But if you’re looking for stories that push people’s buttons, check out the Chronicle blog and pay close attention to the number of comments. Like the posts for the final week of February:
“9,000 expected at Challenge Youth Conference in Gatlinburg, Tenn.” 0 comments. (Yawn.)
“Q&A: ACU’s dean of students discusses new policy allowing dancing.” 42 comments. (Here we go.)
Way back in 1985 …
I attended my first two dances during my freshman year at Harding U. (Harding rules prohibited dancing, although I don’t believe it was considered a get-kicked-out-of-school offense.)
One dance took place right after a Spring Sing performance, Harding’s annual musical showcase. For several weeks, we participants had been practicing and performing a “legal” version of dancing called choreography. Now we were ready for the other kind of dancing, which we called “dancing.”
On a Saturday night, a bunch of us hopped into cars and trucks and drove out to an old pavilion near Camp Wyldewood. Someone brought some stereo equipment and a microphone. And … we … danced.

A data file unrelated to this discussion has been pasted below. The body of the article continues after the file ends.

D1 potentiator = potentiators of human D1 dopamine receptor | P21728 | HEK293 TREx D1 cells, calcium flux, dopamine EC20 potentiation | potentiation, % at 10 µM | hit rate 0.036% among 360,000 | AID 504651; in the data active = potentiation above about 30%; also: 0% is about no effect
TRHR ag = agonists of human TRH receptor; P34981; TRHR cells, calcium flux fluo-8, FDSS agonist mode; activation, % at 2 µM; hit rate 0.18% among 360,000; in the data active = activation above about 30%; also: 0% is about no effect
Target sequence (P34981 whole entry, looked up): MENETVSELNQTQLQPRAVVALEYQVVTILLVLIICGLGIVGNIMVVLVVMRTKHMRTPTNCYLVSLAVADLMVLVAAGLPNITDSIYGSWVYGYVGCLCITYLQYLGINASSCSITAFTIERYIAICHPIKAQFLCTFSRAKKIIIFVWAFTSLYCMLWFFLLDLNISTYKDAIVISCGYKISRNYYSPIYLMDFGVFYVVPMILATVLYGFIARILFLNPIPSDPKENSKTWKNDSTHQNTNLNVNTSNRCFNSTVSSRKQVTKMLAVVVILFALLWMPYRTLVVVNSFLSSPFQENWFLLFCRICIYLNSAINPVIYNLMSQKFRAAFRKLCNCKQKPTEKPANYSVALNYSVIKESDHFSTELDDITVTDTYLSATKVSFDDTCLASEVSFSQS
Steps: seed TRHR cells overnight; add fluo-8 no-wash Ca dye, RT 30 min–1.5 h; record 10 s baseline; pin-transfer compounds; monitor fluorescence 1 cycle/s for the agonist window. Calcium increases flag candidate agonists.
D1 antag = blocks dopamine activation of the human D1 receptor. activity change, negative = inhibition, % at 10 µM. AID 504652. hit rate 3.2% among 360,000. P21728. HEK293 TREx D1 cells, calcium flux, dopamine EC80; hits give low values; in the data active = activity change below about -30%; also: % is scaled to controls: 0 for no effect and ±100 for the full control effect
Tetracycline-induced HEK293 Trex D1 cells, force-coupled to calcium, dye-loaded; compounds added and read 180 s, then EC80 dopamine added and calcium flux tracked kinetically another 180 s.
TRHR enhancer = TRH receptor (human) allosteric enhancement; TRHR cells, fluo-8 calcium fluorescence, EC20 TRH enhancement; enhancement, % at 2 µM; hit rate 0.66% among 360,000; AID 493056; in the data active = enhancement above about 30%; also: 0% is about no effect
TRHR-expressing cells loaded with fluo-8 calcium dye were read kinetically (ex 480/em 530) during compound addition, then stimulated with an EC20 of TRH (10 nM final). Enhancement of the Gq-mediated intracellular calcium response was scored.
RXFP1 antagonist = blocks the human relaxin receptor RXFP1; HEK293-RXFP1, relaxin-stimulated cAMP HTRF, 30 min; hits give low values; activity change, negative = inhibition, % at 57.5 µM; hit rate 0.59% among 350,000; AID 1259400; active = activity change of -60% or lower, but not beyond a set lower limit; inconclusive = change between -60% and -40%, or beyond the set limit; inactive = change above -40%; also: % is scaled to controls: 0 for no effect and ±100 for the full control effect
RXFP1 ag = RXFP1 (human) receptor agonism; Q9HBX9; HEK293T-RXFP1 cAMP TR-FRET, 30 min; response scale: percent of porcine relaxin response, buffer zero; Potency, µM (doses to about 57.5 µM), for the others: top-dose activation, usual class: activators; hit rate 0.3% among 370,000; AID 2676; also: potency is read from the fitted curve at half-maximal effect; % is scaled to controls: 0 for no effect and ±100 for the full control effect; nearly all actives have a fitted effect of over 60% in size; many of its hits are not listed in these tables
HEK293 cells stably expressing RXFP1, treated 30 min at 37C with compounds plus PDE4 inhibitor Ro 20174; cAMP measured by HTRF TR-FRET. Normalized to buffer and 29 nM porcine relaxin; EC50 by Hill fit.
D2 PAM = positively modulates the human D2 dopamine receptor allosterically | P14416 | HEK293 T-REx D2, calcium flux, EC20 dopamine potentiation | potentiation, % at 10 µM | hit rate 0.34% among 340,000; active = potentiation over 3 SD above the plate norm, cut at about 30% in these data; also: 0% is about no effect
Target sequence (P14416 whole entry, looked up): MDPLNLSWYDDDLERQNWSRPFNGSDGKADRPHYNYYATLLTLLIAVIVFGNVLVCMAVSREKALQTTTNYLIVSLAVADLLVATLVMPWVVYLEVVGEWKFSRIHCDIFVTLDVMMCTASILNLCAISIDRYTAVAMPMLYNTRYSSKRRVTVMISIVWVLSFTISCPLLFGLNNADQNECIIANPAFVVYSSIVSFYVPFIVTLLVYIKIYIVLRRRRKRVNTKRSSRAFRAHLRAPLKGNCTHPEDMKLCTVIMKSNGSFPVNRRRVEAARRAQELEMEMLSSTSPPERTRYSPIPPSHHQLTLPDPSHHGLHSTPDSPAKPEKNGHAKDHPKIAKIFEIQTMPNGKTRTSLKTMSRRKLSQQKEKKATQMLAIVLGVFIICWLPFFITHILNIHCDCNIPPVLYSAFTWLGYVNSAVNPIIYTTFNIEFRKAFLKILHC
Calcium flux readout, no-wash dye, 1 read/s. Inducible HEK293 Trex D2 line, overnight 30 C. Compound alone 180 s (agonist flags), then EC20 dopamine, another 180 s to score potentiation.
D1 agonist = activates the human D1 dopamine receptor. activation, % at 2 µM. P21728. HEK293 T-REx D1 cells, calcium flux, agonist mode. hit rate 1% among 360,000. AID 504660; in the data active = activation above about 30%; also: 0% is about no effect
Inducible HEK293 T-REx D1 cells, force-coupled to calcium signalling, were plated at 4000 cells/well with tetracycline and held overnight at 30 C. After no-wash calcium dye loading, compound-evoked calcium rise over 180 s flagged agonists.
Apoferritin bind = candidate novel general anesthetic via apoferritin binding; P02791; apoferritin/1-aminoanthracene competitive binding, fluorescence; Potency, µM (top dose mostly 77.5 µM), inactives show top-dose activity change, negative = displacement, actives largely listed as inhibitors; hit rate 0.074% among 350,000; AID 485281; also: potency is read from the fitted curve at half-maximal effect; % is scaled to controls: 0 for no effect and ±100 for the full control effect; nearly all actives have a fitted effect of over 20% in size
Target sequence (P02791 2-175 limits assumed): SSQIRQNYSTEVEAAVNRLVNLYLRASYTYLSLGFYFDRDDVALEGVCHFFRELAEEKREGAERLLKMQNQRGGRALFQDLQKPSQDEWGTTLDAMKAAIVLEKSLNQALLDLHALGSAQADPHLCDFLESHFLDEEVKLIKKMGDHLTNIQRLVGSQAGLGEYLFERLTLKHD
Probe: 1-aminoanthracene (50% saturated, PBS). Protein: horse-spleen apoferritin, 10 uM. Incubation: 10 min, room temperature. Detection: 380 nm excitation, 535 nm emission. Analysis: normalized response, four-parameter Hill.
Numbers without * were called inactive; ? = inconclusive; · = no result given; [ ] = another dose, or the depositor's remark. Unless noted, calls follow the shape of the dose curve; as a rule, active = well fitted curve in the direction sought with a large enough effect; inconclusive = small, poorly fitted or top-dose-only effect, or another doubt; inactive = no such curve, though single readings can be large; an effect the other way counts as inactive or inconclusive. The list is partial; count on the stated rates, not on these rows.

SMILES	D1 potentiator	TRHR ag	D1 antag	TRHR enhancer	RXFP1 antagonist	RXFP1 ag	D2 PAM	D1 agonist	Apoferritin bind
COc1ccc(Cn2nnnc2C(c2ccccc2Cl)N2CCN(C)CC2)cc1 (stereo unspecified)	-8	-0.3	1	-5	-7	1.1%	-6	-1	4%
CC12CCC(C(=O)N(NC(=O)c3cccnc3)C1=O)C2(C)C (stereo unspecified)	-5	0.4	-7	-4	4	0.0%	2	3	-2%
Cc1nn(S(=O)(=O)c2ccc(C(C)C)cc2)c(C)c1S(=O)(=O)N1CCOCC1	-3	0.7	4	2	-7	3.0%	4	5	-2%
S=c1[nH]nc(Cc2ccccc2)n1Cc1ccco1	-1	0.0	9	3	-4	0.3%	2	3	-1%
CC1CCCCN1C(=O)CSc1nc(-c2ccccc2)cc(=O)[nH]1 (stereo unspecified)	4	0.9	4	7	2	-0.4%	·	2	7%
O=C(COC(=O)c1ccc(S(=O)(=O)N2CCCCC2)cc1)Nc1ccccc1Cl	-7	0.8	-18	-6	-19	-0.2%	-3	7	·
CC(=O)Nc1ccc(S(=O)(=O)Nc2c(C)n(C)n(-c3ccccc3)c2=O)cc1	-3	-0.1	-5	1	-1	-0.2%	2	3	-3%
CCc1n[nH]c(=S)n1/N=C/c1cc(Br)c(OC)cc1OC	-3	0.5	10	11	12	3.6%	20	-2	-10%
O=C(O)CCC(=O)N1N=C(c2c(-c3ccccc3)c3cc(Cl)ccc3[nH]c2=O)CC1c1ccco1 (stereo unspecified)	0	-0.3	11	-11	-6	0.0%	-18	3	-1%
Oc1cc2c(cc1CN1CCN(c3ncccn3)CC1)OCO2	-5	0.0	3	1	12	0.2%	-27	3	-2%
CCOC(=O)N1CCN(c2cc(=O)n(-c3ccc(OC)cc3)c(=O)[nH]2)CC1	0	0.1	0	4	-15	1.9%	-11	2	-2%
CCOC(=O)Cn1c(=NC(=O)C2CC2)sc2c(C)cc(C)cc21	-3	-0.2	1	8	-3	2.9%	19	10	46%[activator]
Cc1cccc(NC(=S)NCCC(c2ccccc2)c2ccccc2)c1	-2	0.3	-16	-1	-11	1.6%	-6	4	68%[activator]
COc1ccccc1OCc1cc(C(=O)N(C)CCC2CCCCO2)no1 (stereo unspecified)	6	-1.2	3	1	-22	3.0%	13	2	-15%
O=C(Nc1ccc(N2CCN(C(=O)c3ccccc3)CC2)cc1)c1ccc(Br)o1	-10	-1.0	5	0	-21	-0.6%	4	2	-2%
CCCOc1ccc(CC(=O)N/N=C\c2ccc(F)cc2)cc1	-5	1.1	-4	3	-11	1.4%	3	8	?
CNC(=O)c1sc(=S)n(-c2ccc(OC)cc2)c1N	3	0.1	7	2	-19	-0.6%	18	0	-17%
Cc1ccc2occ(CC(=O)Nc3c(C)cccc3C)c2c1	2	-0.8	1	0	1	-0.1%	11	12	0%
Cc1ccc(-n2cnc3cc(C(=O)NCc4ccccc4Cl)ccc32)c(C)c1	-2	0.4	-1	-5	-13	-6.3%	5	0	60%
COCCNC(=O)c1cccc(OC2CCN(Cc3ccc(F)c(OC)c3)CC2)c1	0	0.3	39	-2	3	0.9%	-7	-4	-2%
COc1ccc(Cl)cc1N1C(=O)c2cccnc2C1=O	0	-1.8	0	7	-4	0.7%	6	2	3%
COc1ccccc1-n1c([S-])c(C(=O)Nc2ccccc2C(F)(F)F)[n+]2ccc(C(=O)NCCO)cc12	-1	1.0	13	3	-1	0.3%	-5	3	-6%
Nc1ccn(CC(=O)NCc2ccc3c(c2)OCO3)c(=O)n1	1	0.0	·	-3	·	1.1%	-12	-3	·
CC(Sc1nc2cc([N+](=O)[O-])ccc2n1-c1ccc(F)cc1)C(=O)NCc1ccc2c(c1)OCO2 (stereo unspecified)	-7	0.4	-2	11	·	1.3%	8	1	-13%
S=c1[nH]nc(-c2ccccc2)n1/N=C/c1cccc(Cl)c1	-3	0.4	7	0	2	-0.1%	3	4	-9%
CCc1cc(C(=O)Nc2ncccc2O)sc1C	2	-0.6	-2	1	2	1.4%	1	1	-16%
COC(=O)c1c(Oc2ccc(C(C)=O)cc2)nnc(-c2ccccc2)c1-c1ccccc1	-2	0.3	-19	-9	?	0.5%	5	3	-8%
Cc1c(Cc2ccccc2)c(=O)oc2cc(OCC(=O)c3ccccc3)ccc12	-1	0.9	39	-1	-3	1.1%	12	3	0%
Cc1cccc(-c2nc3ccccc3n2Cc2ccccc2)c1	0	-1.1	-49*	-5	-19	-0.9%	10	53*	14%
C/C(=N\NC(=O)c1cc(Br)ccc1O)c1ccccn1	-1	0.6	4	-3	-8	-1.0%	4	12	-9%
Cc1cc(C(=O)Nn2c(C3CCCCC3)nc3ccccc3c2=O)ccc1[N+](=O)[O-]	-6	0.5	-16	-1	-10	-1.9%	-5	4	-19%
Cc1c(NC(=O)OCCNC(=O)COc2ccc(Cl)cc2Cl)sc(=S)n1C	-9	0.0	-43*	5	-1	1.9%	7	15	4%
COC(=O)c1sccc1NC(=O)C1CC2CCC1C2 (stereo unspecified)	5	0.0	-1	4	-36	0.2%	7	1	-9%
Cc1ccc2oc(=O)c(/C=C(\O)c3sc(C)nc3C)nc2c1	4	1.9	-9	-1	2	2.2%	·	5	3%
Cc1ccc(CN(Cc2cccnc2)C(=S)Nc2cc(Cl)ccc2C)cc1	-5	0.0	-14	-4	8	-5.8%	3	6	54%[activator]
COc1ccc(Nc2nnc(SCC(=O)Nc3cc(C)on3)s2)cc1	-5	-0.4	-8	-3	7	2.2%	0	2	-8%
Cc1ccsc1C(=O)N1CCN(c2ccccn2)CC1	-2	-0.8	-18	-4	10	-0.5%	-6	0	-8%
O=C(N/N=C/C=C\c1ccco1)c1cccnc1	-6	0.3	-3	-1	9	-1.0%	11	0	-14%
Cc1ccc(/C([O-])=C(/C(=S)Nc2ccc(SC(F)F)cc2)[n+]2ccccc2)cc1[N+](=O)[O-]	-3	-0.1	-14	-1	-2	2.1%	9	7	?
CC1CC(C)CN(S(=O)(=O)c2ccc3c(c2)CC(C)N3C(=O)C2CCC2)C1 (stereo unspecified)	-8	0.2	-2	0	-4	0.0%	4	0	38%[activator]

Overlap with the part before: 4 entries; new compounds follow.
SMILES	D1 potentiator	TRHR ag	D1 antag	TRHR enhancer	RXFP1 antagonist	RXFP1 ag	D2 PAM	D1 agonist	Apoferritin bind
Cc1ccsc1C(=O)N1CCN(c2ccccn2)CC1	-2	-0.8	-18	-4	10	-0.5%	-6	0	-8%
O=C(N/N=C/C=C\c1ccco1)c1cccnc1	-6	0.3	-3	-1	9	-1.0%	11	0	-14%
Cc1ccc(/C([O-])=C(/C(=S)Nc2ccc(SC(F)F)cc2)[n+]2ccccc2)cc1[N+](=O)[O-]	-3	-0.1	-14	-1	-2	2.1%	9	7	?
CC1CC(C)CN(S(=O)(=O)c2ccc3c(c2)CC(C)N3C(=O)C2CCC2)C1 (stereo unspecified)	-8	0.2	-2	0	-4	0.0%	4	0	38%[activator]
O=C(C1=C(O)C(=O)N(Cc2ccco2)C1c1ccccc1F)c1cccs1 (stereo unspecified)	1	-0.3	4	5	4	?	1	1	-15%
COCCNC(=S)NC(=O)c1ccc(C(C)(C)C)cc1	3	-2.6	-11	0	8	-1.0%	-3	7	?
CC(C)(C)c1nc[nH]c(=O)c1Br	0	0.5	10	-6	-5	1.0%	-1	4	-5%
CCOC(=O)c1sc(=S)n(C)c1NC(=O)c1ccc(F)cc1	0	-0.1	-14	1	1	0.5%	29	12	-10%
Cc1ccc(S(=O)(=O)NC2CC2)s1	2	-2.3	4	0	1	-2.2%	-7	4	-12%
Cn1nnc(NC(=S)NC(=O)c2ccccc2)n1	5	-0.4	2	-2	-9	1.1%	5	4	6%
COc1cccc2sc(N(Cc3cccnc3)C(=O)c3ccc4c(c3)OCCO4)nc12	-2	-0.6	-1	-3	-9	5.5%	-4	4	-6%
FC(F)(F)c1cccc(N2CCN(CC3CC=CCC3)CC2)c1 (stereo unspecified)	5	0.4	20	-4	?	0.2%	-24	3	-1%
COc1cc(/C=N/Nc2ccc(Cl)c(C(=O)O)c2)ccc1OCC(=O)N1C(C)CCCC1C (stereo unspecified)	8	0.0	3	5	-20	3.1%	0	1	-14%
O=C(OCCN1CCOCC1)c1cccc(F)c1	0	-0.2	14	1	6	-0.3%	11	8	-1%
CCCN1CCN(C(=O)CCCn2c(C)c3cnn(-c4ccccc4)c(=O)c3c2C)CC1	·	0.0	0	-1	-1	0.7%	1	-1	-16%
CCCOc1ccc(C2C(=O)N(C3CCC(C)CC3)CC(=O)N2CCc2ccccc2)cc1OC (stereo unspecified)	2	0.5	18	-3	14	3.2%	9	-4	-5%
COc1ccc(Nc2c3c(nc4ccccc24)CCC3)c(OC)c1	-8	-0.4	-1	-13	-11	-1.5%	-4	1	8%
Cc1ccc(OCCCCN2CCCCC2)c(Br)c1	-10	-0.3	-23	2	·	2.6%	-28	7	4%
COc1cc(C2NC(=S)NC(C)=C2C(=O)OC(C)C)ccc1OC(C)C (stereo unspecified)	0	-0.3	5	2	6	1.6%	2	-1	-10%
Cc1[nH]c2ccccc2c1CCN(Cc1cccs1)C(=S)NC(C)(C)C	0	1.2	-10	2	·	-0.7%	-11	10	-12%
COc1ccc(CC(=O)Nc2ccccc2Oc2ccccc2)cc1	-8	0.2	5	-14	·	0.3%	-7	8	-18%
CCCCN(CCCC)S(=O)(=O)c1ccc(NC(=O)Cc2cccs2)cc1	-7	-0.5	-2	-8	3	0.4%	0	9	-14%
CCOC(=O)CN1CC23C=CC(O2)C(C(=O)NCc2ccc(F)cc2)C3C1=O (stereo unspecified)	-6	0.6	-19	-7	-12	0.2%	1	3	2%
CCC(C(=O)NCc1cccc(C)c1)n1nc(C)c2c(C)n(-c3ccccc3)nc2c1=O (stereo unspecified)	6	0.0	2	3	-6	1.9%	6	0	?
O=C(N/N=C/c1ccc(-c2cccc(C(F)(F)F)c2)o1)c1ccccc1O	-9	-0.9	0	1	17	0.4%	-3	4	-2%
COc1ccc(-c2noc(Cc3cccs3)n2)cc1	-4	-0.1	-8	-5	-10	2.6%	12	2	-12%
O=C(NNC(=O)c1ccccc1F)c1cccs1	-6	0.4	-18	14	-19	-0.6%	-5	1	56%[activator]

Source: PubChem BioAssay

(Author’s note: I was, and am to this day, a terrible, horrible, no good, very bad dancer.)
We jumped up and down.
We had a great time.
It all seemed like good clean fun to me. But what did I know?
Also that Spring, a friend and I crashed a high school Future Business Leaders of America dance. That’s right, FBLA baby. It was pretty wild.
On those nights, I mostly remember being nervous and feeling goofy ... but there was a good bit of laughter along the way.
And later …
My wife and I have danced at weddings and other formal and semi-formal functions. We have square-danced. And we've shaken-a-leg with our kids many many times.
How about you?
“I get up. I walk. I fall down. Meanwhile, I keep dancing.” – Hillel
|For some reason, I don't seem super-excited about my Spring Sing costume.|